Usually when I freewrite, I only get about a page of ranting out before I retreat into self-consciousness and bury the file as quickly as possible. But sometimes it’s nice to reflect back on what I wrote when I was trying to get over myself and write some fucking fiction (as I’ve been trying to do lately).

And there were a few story-starters that were complete fuck-offs, as they were meant to be, that remind me of a few stories I’ve written since with ironic tones. So, as a change of pace from my usual bullshitted-ness and egotism, I’ve decided to post one of these lost first paragraphs. The first paragraph was truly written, in the present unaltered [and purposefully clich├ęd] form, nearly two years ago. This is actually pretty close to “flash fiction” (as I’ve included a newly-written conclusion to make the entire story weigh in at 122 words).

To all prospective publishers and literary agents: you can contact me at thiejos@gmail.com to discuss future book deals and my [slightly negotiable] $1,000,000 advance.


“Dreams!”

Many of the greatest things in life are mistakes, as my parents kept telling me. Columbus stumbled upon America, Coca-Cola turned out to be a tasty soft drink, and myself—they said my future accomplishments would more than make up for the regret of their cracked-out prom night and a failed marriage. They said they didn’t want to put pressure on me at all. Sometime shortly after that, they would remind me that they’d kill or disown me—whichever current or future laws would allow—if I ever gave up on myself or their dreams for me.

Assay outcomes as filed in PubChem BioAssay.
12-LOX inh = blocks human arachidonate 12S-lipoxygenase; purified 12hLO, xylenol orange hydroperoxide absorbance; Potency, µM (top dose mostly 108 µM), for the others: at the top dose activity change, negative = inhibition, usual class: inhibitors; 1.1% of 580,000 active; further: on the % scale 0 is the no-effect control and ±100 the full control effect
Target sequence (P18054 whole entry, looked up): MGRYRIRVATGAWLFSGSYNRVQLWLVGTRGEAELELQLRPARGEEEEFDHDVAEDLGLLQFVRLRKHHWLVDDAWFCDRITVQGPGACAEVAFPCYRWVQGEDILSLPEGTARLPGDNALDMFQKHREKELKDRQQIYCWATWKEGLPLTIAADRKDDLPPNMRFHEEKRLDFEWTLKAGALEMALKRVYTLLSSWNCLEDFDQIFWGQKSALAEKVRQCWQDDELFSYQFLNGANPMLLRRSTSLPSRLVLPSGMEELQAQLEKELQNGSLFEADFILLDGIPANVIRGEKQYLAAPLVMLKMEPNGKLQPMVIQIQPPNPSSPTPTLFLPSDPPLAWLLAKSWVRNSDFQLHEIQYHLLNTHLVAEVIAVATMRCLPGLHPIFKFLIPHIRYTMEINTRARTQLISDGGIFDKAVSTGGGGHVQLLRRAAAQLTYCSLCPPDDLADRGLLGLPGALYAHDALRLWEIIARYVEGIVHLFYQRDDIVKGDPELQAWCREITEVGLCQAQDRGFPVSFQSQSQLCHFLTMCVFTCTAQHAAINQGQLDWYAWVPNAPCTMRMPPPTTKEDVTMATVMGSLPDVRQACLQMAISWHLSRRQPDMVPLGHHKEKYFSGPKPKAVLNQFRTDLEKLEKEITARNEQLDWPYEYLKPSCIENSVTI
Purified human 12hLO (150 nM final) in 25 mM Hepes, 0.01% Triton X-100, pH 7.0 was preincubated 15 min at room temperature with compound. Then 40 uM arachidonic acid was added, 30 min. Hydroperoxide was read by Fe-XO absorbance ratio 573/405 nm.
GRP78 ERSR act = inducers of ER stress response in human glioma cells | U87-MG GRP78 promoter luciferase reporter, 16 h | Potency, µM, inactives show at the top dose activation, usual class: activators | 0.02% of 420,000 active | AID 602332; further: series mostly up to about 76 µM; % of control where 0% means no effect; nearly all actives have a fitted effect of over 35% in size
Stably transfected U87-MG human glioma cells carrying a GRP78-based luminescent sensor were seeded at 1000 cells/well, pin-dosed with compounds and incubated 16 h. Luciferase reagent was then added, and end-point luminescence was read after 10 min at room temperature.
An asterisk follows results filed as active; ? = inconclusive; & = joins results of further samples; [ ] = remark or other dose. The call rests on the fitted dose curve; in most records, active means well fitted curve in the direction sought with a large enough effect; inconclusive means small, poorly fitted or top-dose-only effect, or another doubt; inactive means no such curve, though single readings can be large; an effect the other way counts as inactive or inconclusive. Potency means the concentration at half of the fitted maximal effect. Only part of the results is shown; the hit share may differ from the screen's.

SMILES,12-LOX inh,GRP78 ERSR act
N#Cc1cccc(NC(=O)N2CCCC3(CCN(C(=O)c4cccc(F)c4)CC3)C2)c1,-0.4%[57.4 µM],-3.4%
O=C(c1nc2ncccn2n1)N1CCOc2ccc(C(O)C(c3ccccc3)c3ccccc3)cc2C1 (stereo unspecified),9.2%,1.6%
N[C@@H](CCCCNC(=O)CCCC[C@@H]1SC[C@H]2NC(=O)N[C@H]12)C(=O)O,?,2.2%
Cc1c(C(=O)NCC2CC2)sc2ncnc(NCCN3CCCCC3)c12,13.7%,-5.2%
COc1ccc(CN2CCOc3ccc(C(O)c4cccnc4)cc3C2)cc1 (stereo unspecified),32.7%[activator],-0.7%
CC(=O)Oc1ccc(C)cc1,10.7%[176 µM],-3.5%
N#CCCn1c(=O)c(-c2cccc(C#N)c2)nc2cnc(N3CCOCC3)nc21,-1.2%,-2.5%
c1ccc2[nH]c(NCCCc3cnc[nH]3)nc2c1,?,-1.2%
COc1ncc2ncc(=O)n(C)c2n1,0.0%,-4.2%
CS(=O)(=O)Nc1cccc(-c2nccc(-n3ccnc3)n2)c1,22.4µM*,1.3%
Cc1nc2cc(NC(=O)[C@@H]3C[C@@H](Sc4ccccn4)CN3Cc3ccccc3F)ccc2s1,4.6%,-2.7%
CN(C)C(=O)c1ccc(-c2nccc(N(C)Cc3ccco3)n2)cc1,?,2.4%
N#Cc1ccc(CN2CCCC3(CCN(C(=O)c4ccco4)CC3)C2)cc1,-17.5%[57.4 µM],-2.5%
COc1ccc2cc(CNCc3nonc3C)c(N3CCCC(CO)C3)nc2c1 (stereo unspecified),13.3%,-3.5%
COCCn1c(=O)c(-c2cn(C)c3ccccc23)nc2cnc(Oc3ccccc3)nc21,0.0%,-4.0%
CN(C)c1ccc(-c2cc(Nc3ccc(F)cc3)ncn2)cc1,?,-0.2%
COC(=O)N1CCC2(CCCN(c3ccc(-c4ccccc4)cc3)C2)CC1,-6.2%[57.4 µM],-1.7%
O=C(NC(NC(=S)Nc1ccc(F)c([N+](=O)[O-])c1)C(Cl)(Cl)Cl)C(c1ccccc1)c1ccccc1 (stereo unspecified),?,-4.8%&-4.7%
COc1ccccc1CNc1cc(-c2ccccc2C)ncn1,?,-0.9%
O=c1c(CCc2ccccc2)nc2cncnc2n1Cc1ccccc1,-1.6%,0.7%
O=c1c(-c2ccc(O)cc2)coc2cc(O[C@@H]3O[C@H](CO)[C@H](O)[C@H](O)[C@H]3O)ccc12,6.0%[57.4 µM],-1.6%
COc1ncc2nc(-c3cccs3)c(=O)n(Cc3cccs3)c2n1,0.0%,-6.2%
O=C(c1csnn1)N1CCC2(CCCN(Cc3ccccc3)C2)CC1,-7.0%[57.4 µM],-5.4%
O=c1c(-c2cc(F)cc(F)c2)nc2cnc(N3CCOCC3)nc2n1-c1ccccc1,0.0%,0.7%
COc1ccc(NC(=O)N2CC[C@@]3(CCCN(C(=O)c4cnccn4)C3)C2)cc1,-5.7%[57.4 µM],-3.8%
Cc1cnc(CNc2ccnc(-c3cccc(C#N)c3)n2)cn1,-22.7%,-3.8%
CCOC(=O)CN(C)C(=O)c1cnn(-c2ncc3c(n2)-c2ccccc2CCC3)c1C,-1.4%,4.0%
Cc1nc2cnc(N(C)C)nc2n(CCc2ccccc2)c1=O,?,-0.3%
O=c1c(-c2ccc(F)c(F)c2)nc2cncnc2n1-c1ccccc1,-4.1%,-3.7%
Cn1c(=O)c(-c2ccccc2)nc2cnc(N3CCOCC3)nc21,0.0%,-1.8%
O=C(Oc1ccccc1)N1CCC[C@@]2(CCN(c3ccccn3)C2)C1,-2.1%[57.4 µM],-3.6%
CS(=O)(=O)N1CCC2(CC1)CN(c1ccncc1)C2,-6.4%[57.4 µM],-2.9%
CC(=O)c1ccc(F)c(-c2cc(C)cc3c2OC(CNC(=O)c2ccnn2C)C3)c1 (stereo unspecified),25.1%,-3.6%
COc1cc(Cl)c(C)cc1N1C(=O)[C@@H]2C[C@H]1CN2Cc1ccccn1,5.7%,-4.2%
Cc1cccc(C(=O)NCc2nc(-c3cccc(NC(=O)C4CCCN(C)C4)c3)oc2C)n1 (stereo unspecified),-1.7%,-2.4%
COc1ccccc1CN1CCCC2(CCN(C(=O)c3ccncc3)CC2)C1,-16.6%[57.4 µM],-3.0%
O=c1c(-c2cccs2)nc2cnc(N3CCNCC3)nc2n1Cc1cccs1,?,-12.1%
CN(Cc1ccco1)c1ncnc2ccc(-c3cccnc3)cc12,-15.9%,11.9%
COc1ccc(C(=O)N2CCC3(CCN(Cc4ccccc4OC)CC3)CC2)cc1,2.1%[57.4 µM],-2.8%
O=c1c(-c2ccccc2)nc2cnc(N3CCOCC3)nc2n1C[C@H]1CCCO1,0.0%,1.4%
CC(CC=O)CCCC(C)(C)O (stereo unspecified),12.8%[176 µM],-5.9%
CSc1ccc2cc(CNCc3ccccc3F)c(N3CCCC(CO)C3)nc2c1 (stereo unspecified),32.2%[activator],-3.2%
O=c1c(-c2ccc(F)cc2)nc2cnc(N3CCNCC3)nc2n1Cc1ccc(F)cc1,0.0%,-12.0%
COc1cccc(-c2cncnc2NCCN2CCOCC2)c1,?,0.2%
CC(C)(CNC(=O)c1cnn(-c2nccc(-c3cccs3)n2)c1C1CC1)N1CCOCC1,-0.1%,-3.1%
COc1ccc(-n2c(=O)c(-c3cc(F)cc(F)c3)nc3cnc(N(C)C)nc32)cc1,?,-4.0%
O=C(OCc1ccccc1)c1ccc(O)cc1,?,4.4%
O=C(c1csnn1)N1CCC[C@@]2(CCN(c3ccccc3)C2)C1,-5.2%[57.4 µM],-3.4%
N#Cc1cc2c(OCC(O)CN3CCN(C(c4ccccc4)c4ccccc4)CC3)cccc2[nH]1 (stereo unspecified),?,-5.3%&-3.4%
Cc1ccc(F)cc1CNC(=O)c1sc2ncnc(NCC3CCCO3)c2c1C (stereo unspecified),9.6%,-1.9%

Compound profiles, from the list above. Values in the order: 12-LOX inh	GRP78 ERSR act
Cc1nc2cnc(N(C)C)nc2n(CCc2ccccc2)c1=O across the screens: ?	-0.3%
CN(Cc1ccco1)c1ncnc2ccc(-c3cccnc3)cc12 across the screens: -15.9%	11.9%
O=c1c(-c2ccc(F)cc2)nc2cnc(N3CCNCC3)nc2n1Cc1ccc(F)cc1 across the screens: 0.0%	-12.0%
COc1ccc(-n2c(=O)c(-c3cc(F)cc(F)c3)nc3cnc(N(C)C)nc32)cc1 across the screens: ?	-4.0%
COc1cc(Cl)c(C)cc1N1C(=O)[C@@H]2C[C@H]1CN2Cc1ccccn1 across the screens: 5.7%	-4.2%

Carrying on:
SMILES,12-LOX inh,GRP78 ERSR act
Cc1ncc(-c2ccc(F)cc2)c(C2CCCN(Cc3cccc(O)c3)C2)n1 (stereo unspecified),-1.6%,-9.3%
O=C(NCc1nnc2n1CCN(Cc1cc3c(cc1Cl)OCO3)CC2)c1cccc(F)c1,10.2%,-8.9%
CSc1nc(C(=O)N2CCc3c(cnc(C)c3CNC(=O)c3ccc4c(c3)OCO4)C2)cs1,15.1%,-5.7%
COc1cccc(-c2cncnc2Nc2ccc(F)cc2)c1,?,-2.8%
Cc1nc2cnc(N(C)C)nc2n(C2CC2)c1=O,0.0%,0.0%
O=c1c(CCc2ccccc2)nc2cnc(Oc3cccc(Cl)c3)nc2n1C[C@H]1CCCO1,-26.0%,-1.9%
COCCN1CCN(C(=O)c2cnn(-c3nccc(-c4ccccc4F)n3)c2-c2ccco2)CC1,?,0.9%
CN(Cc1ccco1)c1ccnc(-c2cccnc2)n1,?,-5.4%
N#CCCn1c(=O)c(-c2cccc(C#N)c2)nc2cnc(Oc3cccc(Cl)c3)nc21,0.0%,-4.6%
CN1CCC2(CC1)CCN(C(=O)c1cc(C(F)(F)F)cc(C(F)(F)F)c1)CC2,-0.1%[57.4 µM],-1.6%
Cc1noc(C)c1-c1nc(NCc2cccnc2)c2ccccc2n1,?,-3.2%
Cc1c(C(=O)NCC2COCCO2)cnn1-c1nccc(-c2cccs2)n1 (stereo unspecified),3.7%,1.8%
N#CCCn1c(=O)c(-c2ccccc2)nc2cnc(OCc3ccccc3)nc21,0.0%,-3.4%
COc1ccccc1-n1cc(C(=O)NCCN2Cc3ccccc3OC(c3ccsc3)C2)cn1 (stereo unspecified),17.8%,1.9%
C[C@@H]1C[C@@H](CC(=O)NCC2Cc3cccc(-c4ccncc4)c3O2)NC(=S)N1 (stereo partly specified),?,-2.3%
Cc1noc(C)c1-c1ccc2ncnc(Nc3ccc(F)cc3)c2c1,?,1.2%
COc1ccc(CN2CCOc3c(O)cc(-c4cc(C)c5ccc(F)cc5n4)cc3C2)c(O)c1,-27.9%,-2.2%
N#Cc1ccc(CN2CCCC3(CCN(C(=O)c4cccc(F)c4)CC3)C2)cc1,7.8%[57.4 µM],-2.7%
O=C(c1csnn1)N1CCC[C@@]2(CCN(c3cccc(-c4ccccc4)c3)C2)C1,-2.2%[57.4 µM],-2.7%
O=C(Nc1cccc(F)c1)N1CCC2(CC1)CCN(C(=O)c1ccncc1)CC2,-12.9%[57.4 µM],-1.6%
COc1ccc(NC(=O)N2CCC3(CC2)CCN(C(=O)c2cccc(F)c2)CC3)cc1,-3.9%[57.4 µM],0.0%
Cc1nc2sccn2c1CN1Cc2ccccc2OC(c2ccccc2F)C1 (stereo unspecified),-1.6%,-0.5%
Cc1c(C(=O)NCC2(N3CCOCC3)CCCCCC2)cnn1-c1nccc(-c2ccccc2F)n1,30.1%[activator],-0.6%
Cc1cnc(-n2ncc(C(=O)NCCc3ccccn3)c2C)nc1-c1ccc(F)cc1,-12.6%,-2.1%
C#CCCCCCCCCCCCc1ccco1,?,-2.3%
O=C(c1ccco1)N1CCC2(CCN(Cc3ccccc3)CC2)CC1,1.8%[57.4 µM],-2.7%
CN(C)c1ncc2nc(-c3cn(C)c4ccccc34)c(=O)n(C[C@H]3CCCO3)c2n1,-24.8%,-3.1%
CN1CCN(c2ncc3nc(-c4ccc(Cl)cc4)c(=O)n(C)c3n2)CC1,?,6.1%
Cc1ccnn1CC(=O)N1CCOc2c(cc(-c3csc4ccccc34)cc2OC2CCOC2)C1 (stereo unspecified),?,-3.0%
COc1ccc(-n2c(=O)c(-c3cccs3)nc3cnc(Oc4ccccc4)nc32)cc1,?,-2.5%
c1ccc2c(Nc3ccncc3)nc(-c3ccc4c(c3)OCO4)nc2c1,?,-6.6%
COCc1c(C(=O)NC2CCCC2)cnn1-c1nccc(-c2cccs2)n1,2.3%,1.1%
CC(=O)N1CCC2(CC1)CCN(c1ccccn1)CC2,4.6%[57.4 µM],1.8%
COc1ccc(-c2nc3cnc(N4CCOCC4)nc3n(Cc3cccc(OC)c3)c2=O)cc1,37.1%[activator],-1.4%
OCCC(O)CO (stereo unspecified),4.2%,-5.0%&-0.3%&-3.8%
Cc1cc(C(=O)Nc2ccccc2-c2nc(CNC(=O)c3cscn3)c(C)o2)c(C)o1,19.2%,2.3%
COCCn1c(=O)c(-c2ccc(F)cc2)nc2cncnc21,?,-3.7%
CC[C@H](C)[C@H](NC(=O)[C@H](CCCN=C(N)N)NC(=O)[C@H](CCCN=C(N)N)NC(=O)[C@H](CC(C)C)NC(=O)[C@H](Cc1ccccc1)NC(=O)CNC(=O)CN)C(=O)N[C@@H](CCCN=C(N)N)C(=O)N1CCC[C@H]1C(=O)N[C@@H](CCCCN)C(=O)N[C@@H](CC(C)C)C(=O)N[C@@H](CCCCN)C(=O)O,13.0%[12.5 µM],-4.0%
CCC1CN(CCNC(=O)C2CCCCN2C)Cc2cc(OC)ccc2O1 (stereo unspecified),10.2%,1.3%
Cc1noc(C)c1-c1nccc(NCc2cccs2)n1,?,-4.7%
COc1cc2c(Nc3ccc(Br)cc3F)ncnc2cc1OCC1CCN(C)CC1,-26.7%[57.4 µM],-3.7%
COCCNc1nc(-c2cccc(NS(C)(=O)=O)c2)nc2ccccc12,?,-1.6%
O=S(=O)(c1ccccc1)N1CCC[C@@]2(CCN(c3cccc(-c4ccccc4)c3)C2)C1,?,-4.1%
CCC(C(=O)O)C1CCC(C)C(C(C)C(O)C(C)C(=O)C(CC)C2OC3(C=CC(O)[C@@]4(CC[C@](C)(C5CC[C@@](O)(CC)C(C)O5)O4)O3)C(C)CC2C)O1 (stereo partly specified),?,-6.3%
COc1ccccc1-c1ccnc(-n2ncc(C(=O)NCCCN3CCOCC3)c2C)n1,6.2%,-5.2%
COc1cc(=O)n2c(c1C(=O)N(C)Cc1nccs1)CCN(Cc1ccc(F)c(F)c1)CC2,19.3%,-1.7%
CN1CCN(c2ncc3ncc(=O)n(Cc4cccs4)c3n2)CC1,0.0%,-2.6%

So, in short, that was the moment I happened upon the nuclear warheads—by mistake, I’m contending—and decided to hold the world at ransom.

01 September 2006

Global Warming [hearts] Threadless

I need to learn how to use definitives and understatement much more in my everyday life. Like “global warming is exactly like the holocaust.”

Is it just me, or are the three major networks making an above-average effort to vend shit on primetime television? Earlier this summer, it was To Catch a Predator on NBC, with creepy guys getting caught walking into underage kids’ homes naked. Then, Primetime on ABC tried to debunk every popular myth of American middle school lunchtimes. Now, ABC narrows down the different ways to a convenient list of five, in their Last Days on Earth. Think Armageddon + An Inconvenient Truth + Dr. Strangelove + a shit load of assumption and guessing – all common sense.

There was no new information given out during the entire show, besides the recurring theme: we all need to be very, very fucking scared of the end of the world, because it’s coming.